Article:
Thursday, July 21, 2016

Death's Honesty (5)

Chip Morowitz stared across the jail table at Blow with a look of put-upon frustration. Blow suspected his own face, with its lack of even feigned sympathy, contributed to his client's disgruntlement. He wanted to respond, So fucking what? but said instead, trying to keep the irritation from showing at least in his voice, “Are you straight now?” The boy held his crinkle-eyed stare but tipped his head to one side, as if to get a better purchase on just what sort of creature was addressing him. When it appeared he either had no intention to speak or was struggling to comprehend the question, Blow added, “Because if you aren't, if you're still stoned, I'll leave right now.” 

The staring duel continued, the boy's yellow curls dangling toward a shoulder, puffy eyes crimped in apparent puzzlement, until Blow decided he'd had enough. He clicked off the recorder and returned it and the yellow pad to his briefcase. He stood and was reaching down for his briefcase when he heard the frog croak once again. “Wait, man.” The voice had a touch more animation than before, which Blow found encouraging. He looked up, but kept his grip on the briefcase handle. The croaking continued. “I'm straight, man, I'm straight. I'm just, you know, really bummed and all that. Really, man, just--don't go. Please? I'm cool. I'm--”

Blow held up a hand. “Okay, Chip. You want some water? Coffee?” The jabbering continued while Blow returned to his seat, and retrieved his recorder and yellow pad from the briefcase. He detected no response to his drink suggestion, although the boy's voice at last had gone silent. Blow turned the recorder back on. He started again, in the friendliest voice he could manage. “Why don't you tell me what happened.”

Incrementally, with tedious prodding for the first ten minutes or so, Chip Morowitz croaked out a story that in part sounded uncomfortably close to the Hardy Boys mysteries Blow had lost himself in at a tender age, younger than this boy and his friends. They'd hung out together all through high school, he said. They were family. “The Three Moskeeters. That's what we were, man. We, like, buuuzzed.” He chuckled privately, shaking his head sadly, not looking at Blow. There was disbelief and bitterness on his face and in the muted sounds from his throat. After graduation their lives had begun to diverge—Ty to Harvard, Kitty to Julliard, and Chip to drift awhile “until I, like, find myself, man, ya know?” He went silent, lips apart, face slack, staring at something behind Blow. The sobbing began as Blow was turning to see what had distracted the boy. Blow heard a couple of squeaks that sounded like dry wheels on a cart or chair. By the time he'd turned back the third squeak had stretched and was crescendoing into a terrible keening. The boy's face was tilted down toward his hands on the table. His face scarlet, glistening with tears. Eventually some choked words worked their way out.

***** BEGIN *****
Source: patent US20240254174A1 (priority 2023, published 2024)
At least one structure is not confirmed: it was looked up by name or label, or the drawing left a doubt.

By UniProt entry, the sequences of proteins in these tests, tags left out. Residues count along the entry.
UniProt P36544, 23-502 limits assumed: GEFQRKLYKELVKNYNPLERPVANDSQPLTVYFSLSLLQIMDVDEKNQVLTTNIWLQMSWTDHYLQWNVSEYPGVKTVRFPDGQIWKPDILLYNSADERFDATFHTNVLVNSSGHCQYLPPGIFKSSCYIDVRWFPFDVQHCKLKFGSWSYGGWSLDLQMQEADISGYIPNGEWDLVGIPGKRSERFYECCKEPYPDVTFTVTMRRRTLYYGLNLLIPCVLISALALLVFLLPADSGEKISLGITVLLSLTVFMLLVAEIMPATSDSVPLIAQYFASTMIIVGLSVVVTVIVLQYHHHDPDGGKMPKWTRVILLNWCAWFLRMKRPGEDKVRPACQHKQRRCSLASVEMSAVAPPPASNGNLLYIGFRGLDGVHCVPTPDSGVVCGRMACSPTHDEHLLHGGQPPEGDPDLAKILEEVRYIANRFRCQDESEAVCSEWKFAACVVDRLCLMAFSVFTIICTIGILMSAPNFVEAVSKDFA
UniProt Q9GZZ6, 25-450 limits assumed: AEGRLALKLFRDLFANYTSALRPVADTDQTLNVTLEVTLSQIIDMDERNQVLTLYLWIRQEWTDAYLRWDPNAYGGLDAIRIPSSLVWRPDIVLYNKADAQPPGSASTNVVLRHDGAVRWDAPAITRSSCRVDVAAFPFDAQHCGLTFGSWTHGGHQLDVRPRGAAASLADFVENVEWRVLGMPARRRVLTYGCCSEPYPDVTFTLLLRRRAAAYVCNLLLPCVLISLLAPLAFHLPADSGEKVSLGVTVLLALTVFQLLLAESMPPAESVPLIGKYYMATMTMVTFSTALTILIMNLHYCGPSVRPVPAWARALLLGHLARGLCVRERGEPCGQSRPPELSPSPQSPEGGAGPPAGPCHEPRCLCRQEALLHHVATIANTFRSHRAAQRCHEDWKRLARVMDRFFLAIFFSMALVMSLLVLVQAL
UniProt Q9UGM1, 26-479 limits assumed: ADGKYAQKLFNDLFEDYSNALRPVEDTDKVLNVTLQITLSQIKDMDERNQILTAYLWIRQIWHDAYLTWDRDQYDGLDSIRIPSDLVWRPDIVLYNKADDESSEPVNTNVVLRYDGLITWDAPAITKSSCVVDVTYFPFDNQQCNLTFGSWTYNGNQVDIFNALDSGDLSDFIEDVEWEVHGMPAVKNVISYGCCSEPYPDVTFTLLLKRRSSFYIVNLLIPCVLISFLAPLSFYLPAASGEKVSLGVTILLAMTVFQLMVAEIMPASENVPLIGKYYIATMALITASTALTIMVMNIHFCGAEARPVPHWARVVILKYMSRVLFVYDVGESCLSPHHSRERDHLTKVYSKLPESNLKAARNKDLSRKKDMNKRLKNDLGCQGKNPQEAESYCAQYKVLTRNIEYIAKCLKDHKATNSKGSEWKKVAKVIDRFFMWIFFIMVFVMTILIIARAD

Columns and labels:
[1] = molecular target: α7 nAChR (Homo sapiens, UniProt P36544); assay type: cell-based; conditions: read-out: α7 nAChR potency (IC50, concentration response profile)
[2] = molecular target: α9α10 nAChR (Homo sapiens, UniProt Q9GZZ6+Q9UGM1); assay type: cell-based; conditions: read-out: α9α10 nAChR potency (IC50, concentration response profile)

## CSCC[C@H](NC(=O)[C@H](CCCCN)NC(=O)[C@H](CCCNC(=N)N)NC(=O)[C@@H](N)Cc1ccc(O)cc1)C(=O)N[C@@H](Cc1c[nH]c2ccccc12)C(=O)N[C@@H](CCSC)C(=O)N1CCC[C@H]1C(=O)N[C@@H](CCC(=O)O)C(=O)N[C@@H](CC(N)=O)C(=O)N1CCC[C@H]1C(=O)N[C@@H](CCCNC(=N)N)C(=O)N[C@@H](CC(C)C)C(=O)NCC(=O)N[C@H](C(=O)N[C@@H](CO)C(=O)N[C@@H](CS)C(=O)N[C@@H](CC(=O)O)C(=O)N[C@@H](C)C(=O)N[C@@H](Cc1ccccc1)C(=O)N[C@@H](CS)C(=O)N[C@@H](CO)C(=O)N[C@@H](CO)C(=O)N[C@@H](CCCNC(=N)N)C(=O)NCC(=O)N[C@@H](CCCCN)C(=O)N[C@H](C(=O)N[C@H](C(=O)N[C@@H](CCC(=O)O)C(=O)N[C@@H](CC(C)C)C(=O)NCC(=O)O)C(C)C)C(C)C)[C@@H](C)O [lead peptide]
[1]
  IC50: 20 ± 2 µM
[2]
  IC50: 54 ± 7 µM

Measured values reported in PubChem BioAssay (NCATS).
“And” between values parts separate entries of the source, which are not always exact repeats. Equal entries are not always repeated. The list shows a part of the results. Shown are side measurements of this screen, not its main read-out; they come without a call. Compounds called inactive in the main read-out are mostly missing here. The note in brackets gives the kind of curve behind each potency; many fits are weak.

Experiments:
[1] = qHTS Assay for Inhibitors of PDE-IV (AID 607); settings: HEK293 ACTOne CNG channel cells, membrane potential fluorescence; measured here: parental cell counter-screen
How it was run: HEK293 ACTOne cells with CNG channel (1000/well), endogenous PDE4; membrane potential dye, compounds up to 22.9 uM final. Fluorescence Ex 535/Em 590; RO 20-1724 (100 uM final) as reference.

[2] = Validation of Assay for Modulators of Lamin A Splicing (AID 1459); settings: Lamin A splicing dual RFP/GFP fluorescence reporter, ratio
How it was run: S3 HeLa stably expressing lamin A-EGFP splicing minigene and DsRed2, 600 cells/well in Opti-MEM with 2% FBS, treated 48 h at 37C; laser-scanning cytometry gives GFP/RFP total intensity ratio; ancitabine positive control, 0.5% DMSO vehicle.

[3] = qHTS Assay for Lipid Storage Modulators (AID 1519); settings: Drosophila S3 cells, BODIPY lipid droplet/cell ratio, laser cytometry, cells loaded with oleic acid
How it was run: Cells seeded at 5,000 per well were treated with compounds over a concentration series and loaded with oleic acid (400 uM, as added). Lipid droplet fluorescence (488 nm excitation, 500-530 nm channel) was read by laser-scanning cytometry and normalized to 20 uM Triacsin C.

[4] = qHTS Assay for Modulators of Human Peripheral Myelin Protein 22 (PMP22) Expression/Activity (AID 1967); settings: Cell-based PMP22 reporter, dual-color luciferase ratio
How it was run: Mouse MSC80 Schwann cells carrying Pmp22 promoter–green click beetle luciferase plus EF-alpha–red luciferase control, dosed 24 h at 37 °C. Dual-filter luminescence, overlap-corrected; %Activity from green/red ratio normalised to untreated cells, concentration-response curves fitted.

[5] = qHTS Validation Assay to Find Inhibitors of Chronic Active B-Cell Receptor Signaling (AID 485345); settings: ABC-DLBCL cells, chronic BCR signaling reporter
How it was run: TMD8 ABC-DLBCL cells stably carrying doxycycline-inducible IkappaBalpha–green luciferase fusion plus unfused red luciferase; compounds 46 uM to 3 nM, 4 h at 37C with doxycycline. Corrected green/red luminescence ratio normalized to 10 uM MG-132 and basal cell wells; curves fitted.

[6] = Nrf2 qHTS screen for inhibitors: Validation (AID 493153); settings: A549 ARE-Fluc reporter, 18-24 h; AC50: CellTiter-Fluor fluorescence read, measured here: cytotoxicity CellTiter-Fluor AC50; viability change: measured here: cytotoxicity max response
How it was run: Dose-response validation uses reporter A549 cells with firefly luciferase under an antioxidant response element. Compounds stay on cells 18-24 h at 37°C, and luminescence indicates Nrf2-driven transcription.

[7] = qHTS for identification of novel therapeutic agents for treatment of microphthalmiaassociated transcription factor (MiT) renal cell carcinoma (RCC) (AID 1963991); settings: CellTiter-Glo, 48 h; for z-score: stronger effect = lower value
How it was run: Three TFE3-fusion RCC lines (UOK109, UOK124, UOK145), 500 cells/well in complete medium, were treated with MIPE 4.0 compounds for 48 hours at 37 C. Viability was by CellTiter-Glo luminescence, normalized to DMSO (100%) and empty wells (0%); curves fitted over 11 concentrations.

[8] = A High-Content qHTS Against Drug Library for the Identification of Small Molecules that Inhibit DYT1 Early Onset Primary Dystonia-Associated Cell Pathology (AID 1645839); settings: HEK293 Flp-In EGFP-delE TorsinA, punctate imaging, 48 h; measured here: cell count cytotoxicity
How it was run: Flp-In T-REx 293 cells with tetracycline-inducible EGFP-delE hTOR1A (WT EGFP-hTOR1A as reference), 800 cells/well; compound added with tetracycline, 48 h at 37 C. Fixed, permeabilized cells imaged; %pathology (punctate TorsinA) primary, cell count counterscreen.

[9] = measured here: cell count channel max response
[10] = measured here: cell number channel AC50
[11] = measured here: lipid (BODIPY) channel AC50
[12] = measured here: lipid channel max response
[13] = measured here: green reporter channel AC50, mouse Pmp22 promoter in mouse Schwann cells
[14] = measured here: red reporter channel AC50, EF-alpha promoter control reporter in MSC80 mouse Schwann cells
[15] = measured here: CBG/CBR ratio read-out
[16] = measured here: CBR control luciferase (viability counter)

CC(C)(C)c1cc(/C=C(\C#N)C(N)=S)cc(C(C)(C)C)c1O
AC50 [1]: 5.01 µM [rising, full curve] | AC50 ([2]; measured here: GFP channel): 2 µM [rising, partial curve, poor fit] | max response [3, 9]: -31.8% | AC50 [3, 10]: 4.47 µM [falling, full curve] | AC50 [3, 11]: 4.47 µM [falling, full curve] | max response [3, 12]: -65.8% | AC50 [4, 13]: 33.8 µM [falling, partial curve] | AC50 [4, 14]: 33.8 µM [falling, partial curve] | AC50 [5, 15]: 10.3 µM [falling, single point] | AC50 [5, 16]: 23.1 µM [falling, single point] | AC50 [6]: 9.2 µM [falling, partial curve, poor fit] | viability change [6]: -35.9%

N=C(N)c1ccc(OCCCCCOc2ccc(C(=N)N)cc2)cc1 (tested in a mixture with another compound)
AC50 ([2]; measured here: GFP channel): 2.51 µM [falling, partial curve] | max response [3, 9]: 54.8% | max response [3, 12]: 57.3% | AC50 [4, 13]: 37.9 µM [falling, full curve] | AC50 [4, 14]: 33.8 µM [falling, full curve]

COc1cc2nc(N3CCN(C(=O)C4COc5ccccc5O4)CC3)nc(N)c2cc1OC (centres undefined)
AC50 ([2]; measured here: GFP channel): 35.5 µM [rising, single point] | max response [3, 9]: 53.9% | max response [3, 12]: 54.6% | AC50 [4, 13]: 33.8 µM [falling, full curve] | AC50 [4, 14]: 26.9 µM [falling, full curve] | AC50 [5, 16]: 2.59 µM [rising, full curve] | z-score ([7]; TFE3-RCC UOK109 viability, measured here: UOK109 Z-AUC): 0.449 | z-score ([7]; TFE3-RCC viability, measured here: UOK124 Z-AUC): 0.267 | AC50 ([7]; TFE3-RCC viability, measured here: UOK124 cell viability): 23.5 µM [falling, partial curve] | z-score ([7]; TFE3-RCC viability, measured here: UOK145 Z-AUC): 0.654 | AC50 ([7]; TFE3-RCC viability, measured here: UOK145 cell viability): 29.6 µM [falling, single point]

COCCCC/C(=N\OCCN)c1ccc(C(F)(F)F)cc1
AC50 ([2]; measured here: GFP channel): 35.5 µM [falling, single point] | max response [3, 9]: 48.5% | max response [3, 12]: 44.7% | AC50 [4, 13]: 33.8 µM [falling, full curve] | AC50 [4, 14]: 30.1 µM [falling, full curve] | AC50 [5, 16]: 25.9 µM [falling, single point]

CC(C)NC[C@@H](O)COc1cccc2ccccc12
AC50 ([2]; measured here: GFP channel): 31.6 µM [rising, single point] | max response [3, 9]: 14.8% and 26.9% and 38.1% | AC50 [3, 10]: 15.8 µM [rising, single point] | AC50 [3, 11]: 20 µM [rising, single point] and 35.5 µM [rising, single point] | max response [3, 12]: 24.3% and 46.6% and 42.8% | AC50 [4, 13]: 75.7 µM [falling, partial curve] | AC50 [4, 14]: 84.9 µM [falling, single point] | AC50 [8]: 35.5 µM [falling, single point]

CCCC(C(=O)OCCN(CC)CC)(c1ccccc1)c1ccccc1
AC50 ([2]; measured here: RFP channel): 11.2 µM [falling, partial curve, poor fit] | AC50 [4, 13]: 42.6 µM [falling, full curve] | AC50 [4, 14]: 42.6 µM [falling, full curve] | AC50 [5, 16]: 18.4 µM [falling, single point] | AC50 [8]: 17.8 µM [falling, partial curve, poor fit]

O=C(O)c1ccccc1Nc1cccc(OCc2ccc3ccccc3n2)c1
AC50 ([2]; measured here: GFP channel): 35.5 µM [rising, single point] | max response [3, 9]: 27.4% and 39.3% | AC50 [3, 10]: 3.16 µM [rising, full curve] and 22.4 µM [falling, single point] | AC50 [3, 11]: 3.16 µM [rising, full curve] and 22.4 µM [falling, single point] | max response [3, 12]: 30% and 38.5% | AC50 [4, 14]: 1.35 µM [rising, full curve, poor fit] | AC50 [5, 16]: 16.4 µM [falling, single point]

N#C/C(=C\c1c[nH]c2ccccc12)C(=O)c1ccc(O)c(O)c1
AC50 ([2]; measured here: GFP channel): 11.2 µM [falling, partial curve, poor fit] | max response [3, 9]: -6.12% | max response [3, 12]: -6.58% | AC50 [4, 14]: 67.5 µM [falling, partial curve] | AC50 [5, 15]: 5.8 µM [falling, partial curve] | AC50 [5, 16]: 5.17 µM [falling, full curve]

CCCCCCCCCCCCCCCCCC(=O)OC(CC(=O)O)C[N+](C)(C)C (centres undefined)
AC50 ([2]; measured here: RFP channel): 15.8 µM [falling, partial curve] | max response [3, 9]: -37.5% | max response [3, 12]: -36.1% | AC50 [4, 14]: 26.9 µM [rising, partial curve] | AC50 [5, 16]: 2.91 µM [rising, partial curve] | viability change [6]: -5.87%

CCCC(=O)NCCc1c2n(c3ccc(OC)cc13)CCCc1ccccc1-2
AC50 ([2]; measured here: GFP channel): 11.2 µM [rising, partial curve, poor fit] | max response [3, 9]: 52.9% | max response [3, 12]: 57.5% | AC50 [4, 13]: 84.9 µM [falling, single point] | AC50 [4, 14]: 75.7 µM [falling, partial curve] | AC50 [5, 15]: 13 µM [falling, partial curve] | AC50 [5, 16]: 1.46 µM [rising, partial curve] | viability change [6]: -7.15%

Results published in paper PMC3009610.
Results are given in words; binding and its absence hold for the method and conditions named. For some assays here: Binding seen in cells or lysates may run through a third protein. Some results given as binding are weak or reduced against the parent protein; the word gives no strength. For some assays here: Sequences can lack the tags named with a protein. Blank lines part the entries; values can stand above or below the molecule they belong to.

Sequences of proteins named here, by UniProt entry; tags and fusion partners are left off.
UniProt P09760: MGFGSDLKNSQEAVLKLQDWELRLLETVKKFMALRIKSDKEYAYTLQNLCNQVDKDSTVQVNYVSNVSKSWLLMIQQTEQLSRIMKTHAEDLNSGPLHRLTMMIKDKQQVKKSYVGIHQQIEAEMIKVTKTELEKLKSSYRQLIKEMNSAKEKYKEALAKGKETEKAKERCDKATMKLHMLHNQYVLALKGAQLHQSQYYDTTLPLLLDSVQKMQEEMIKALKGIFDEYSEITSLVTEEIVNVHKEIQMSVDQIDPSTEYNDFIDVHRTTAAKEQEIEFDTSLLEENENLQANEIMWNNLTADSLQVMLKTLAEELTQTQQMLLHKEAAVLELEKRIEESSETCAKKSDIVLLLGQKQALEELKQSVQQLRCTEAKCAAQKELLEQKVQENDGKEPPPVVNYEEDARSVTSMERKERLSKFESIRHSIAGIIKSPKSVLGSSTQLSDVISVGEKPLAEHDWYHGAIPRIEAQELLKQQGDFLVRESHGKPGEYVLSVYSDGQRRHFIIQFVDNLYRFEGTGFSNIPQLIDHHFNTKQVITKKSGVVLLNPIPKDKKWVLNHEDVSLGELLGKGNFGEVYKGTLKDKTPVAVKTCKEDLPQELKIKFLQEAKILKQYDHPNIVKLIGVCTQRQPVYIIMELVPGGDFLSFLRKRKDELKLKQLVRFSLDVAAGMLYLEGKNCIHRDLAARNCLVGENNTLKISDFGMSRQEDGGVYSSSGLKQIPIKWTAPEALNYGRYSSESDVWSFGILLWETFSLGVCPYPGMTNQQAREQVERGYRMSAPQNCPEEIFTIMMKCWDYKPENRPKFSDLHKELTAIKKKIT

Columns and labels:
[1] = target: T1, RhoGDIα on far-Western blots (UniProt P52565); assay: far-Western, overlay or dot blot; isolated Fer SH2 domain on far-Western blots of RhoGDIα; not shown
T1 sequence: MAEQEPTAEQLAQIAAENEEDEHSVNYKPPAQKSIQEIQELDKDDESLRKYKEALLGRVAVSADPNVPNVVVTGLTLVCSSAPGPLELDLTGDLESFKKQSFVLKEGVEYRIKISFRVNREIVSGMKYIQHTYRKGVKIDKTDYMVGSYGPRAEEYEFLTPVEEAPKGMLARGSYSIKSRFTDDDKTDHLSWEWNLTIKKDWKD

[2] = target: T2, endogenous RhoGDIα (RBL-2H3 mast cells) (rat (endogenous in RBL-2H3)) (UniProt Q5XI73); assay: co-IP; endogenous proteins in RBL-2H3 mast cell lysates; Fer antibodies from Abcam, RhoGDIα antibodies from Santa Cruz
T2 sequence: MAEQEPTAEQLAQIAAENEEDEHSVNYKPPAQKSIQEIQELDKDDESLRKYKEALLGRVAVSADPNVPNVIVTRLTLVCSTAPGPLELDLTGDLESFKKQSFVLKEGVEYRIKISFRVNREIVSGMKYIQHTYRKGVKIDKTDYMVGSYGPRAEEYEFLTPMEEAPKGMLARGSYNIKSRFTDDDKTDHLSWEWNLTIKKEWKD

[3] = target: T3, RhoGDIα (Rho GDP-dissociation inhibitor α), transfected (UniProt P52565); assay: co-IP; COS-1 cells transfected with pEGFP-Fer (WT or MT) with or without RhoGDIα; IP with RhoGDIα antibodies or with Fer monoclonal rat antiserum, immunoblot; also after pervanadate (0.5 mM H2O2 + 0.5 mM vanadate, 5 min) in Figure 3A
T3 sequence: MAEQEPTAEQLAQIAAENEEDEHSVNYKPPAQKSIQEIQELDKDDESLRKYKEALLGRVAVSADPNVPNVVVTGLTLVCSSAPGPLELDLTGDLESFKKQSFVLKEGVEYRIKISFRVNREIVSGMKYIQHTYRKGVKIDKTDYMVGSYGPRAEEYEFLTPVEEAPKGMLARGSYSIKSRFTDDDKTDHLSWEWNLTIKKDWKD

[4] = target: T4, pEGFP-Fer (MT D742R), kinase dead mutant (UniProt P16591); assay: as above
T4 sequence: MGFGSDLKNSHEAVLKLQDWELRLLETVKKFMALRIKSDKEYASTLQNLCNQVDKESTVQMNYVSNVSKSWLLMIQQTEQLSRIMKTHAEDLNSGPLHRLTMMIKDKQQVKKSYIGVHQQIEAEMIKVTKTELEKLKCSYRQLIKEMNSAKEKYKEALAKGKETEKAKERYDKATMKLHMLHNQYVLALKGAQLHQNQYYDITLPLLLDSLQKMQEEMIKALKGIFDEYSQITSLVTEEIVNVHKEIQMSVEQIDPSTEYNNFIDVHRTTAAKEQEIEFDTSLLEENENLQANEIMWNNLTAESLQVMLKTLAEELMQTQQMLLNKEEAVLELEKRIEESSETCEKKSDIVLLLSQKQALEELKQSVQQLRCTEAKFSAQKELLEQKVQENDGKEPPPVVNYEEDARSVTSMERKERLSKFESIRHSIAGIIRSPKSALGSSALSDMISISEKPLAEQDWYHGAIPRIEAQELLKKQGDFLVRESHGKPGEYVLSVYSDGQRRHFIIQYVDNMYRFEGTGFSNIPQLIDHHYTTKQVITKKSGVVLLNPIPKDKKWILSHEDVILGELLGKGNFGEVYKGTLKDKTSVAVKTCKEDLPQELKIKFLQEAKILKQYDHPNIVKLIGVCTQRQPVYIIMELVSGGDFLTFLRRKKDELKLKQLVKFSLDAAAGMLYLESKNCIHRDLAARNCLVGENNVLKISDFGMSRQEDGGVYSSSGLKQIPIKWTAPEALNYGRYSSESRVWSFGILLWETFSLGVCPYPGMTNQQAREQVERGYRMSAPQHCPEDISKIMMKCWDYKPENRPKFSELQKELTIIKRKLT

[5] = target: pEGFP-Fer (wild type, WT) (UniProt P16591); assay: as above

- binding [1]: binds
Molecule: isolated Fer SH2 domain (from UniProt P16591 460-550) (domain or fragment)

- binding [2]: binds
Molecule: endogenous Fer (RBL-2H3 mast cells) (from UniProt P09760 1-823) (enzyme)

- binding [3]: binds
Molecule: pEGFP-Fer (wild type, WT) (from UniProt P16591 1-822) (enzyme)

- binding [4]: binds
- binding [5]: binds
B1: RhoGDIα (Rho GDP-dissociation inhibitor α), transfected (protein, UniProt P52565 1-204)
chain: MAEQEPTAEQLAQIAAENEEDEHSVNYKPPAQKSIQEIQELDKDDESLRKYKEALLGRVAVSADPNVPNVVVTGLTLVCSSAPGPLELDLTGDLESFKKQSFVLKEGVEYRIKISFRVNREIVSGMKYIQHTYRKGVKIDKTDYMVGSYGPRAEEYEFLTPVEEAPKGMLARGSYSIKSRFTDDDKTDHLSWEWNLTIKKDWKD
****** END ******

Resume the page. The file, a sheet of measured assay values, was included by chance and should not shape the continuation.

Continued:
Man...I...I loved them!”

Blow nodded, keeping his eyes fixed on the kid's face, hoping for eye contact.

I loved them! Can't you see?”

Blow nodded, murmured affirmatively. Finally the face turned up, eyes seeming to force their way through the wet, swelling flesh.

Love, man! You know? You know what that is?”

Blow nodded.

I mean I would have died for them! I mean it! Died for them, like I know they would have for me. It was love, man. No way I killed them! No way!” He wiped an orange sleave roughly over his face. When his arm dropped back to the table, the face was glaring at Blow, the eyes bulging now, gleaming, challenging.

Blow continued nodding. He held the kid's stare. The kid's breathing was strained. He seemed to be finished speaking, waiting now for a response. Blow decided to push. “Did you love one of them more than the other, Chip?”

Puzzlement squinched the muscles in the kid's face. He leaned forward. “What?” It was more challenge than question. Blow raised his voice a little, but kept his face blank. “Did you? Love one of your friends more than the other?”

Understanding appeared in a flash with a condescending smile. He shook his head. “You mean did I have something going with Kitty? Like I killed them because I was jealous or some shit like that?”

“Did you or Ty have something going with Kitty, or with each other?”

“What the fuck, man?”

“Answer the question, Chip.”

“You're supposed to be my lawyer. What the fuck are you doing?”

“If I'm going to represent you, you need to be completely honest with me. Do you understand that?”

“I am being honest with you, Mr. Stone. But now you're saying maybe I did kill them.”

“Not quite. I'm asking you the kind of questions the police will probably ask, or the Commonwealth's attorney. We need to go over them first. So you're prepared.”

After a long wait while it seemed to Blow the kid's outlook was adjusting to a new terrain, an incorrect answer to what had been interpreted as a hostile question finally came. “No, man. I see what you mean. No, I was not jealous. I had no reason to kill them.”

“That wasn't my question, Chip.”

Blow saw the shoulders shrug. The face tilted down again. “Yeah, I know.”


“I loved Kitty more. I loved Ty, too, but I, in love with Kitty. But I didn't kill them. You got to believe me, man. I didn't do it.”

Chapter 6 --

No comments:

Post a Comment